Specialist Employer Compliance
You should include with your repayment claim:
- confirmation that the three conditions were satisfied
- a copy of form P626 for each year where the provision of
this benefit had been included
- a breakdown of the original calculation of tax and Class 1B
NICs due for each year
- a detailed calculation of the amount to be refunded.
8. If you need help before writing to HMRC, please phone the
Employer Helpline on 08457 143 143.
1. If you think you may be affected by this Brief, you will
need to check the position very carefully. Firstly you need to consider
whether your employer treated smartphones differently to mobile phones
and secondly gain confirmation that any smartphone provided was
reported to HMRC by your employer as a taxable benefit. In most
instances an employer-provided smartphone will not
have been reported to HMRC as a taxable benefit. If you have been taxed
on the benefit of the use of an employer-provided smartphone, this may
be because the exemption (which can only cover one device) had already
been used up by another mobile phone. In this case, the tax charge is
correct, the change of view about smartphones has no effect and you
will not be able to make a claim for repayment.
2. If you consider that you are due a repayment you should
contact your employer to ask them to supply HMRC with the information
detailed in the 'Employers' section of this Brief.
3. If your employer or former employer does not supply the
required information to HMRC, you will be able to contact HMRC direct
and will need to demonstrate all the following:
- you were provided with just one
smartphone without transfer of ownership to you
- your employer treated that smartphone as a device that
falls outside the meaning of 'mobile phone' for the purposes of the
exemption in section 319 Income Tax (Earnings and Pensions) Act 2003
- the smartphone was not treated as being covered by the
separate exemption for certain supplies and services used in employment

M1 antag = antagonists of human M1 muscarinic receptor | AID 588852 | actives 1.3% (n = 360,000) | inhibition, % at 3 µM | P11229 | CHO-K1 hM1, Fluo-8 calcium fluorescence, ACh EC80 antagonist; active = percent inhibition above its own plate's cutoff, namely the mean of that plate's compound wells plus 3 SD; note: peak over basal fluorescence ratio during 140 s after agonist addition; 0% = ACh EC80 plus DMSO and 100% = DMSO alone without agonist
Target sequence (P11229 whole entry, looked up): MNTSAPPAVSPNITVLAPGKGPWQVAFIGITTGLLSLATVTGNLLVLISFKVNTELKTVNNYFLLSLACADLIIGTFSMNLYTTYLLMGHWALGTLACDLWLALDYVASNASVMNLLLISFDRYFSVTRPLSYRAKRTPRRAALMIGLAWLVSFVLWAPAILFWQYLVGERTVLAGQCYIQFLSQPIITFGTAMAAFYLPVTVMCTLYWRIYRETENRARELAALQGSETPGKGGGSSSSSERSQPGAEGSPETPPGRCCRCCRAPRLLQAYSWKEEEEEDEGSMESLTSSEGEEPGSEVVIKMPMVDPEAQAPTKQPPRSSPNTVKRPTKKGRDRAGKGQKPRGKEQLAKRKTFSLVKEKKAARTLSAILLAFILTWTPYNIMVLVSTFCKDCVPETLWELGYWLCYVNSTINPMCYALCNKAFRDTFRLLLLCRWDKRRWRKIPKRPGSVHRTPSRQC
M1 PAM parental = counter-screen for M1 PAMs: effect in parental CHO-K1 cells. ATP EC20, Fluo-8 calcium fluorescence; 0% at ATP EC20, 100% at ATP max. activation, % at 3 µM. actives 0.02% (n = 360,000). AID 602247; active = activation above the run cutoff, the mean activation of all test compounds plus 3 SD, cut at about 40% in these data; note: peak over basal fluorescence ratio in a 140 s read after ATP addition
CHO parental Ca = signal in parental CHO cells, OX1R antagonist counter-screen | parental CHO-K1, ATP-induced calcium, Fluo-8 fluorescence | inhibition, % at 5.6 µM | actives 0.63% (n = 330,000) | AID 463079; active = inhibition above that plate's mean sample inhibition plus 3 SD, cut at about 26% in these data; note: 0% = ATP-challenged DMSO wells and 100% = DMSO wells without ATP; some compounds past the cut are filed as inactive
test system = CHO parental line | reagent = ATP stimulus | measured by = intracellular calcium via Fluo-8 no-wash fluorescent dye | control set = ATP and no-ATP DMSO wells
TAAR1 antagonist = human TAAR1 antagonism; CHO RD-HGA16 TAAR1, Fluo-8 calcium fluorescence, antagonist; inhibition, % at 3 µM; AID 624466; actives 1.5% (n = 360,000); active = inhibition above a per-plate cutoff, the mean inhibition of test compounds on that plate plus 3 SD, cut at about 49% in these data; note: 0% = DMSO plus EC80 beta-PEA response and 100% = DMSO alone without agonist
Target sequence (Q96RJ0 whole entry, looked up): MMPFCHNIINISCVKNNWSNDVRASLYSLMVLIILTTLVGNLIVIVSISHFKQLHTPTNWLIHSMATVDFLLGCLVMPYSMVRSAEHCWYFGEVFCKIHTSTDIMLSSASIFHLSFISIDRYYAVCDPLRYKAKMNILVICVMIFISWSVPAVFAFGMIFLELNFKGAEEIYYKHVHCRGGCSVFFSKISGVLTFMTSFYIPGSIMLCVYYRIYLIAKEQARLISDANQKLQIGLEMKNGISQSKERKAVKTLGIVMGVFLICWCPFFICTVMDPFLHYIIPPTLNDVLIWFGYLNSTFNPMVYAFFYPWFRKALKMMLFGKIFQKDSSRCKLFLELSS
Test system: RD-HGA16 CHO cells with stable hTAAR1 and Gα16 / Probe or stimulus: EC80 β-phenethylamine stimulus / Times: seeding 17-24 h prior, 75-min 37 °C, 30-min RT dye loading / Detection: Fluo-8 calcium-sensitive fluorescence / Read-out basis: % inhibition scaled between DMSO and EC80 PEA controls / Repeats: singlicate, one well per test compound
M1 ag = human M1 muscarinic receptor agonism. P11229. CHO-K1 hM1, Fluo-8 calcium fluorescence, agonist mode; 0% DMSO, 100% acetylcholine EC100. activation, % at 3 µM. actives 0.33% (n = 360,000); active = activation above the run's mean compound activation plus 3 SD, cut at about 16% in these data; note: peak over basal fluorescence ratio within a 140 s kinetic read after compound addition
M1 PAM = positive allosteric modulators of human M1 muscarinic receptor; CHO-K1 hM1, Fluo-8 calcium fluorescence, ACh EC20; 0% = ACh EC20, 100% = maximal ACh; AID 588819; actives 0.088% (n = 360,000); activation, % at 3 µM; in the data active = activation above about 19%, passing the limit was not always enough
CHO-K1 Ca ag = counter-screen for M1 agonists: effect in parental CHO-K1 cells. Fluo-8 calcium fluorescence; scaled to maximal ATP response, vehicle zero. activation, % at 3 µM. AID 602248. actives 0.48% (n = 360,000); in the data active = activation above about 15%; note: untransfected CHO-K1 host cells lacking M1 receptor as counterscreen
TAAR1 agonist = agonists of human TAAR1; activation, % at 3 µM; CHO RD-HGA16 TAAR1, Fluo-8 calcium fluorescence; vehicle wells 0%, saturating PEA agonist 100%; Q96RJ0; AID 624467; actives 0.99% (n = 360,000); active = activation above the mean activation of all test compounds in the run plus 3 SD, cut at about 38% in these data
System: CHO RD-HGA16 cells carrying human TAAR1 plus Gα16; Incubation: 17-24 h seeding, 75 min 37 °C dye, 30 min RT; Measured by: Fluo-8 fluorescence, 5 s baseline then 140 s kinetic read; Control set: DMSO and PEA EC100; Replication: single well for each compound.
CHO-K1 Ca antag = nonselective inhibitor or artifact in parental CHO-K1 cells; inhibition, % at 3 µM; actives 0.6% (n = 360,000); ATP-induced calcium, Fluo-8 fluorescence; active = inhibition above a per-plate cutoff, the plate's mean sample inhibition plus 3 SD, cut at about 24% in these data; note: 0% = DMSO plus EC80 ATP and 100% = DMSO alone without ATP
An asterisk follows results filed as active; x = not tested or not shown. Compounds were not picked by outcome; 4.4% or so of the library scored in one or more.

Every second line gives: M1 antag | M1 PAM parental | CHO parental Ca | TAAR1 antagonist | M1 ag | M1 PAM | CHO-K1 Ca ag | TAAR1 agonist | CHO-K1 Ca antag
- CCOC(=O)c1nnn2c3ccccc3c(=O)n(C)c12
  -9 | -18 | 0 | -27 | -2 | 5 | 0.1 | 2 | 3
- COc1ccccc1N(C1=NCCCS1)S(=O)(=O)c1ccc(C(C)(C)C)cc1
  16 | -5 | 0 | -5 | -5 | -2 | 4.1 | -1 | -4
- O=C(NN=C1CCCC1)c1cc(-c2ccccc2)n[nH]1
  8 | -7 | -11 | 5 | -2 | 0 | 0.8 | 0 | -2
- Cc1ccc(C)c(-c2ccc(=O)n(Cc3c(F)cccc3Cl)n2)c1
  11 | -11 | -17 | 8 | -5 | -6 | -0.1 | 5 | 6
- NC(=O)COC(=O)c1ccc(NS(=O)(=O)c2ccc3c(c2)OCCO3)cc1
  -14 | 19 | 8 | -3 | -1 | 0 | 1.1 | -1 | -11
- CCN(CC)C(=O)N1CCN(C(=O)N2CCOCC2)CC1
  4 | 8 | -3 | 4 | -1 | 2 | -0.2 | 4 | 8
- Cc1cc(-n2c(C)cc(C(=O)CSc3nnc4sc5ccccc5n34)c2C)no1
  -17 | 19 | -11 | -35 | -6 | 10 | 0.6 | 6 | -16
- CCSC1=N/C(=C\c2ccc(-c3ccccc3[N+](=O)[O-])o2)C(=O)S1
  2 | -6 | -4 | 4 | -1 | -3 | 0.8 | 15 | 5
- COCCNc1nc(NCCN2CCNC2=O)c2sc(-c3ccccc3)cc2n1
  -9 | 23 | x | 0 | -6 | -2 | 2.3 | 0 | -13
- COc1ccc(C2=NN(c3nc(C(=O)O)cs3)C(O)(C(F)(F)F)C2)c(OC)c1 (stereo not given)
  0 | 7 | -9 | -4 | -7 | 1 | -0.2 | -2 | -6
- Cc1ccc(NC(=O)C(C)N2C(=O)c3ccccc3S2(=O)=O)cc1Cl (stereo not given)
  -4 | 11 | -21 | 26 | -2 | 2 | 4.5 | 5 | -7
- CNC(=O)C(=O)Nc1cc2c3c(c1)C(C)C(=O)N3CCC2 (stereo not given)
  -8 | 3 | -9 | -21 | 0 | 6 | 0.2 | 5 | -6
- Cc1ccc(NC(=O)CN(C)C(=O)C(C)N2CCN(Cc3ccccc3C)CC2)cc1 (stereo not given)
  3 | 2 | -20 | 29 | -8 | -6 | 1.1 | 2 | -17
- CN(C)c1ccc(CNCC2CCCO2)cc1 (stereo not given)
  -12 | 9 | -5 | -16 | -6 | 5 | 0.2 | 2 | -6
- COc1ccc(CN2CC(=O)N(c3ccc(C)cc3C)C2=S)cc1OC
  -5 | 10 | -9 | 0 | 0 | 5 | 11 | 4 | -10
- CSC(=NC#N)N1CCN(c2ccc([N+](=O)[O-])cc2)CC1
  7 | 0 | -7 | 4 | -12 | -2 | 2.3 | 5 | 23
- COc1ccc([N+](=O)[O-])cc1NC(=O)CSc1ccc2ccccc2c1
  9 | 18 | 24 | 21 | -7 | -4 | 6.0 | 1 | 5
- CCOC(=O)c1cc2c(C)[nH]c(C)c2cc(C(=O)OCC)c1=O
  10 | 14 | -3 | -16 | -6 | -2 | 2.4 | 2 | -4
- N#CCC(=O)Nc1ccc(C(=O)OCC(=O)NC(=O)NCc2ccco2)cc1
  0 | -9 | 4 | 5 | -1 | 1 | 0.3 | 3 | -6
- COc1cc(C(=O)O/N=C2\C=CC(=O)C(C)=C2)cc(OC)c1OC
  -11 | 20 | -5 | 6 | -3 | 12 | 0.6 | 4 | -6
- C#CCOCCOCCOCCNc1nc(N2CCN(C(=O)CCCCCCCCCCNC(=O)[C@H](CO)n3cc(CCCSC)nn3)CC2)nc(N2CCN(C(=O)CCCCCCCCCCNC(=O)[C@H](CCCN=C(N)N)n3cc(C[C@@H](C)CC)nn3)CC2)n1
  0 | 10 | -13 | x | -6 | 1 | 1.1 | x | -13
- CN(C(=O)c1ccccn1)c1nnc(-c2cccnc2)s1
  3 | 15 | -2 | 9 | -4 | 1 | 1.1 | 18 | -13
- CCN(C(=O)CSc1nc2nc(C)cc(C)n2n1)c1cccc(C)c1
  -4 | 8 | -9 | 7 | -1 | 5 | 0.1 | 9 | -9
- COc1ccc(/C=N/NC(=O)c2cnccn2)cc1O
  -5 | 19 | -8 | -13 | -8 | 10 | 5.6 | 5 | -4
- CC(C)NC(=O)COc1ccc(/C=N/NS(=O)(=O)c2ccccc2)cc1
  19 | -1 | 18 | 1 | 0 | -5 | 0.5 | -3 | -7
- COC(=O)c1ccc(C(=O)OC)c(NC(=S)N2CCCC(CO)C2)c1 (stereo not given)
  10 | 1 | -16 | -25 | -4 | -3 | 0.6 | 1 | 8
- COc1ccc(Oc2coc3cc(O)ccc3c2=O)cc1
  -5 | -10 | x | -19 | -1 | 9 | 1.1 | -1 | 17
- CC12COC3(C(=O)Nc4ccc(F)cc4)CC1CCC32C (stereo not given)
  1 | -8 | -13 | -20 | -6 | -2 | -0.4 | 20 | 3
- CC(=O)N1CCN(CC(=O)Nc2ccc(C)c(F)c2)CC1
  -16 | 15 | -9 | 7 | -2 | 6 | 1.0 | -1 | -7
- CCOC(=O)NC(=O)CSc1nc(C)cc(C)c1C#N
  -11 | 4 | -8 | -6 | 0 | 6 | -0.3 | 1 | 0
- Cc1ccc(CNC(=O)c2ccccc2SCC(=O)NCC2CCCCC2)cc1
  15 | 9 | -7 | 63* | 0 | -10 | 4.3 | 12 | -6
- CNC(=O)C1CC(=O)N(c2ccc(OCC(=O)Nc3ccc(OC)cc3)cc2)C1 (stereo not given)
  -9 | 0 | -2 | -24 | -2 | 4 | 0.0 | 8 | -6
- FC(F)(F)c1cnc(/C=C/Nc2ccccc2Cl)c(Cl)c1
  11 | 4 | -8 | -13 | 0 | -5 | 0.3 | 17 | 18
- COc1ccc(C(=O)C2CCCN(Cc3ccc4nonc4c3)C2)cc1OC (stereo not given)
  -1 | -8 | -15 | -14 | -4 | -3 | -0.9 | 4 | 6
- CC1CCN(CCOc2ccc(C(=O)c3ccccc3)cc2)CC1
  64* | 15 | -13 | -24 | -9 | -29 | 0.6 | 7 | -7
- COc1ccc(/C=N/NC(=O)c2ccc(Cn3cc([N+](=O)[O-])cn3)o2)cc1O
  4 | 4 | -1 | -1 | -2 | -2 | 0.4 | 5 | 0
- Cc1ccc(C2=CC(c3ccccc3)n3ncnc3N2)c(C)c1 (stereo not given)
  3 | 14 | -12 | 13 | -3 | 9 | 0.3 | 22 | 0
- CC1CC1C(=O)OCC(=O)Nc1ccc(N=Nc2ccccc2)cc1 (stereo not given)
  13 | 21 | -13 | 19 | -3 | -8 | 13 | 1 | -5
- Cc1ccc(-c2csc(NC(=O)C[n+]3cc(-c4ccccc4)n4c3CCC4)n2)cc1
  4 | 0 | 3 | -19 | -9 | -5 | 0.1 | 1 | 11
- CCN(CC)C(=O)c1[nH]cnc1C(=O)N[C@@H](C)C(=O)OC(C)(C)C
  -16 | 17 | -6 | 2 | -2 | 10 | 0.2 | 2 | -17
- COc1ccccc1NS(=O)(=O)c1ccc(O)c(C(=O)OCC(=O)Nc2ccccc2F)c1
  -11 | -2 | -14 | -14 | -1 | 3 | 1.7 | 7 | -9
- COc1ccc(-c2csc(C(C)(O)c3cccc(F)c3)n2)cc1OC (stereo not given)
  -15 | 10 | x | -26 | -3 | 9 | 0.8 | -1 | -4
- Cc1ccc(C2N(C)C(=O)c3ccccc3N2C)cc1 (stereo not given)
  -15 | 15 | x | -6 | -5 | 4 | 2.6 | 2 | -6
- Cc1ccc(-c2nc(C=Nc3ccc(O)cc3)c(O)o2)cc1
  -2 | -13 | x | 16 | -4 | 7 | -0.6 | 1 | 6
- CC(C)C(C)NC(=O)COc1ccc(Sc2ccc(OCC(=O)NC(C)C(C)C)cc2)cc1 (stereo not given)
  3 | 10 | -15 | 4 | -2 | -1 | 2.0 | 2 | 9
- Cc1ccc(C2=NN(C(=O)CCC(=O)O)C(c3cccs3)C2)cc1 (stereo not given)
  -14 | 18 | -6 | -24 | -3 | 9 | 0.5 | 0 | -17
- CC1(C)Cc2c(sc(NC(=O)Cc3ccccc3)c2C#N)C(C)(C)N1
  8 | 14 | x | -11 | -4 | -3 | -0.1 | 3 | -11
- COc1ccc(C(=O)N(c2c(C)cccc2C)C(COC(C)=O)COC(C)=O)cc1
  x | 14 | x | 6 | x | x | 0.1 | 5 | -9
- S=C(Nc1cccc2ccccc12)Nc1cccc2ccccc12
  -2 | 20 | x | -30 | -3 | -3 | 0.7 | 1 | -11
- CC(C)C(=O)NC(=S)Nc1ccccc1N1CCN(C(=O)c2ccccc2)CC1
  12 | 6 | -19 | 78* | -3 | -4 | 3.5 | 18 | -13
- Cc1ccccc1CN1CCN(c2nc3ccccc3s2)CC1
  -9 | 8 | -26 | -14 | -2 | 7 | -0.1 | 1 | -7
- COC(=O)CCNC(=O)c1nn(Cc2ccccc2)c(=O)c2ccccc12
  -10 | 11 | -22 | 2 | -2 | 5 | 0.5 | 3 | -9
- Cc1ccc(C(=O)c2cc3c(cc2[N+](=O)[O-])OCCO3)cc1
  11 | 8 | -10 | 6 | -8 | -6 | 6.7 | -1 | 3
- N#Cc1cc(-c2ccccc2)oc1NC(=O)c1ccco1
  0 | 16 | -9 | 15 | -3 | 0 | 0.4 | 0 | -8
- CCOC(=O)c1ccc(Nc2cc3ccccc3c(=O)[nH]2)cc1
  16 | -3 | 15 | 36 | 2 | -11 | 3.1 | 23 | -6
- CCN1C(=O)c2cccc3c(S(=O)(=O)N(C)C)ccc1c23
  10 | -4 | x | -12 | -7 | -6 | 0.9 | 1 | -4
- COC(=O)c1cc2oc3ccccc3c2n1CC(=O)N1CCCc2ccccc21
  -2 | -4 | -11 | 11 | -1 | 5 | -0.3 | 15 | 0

- your employer included an entry in form P11D for the
benefit of the availability and use of that smartphone
- that you have paid tax on the benefit
4. You will also need to provide the information listed in the
second, third, fourth and fifth bullets in paragraph 3 under the
heading 'Employers' above. You may need to ask your employer/former
employer to provide you with some of this information.
5. The time limit for claiming repayment of overpaid income
tax is four years from the last day of the relevant tax year. If you
think you are due a repayment for 2007-2008, you will need to contact
HMRC and provide the information for that year as soon as possible.
HMRC will still consider claims made for 2007-2008 if they are made on
or before 31 July 2012. For 2008-2009 the time limit is 5 April 2013
and for 2009-10 it is 5 April 2014.
6. You should not need to contact HMRC about 2011-12 as HMRC
has asked employers to make sure that if the three conditions are
satisfied that they do not include the smartphone on
your P11D for this year. As a consequence HMRC will
automatically review the 2011-12 tax position after the end of the tax
year when HMRC process your P11D information.
7. If you need advice or help, please look at the details for
Income Tax enquiries for employees on the 'Contact us' page on the HMRC
About the Author
© Crown Copyright 2012.
A licence is needed to reproduce this article and has been republished
for educational / informational purposes only. Article reproduced by
permission of HM Revenue & Customs.
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Article Published/Sorted/Amended on Scopulus 2012-02-21 15:43:29 in Tax Articles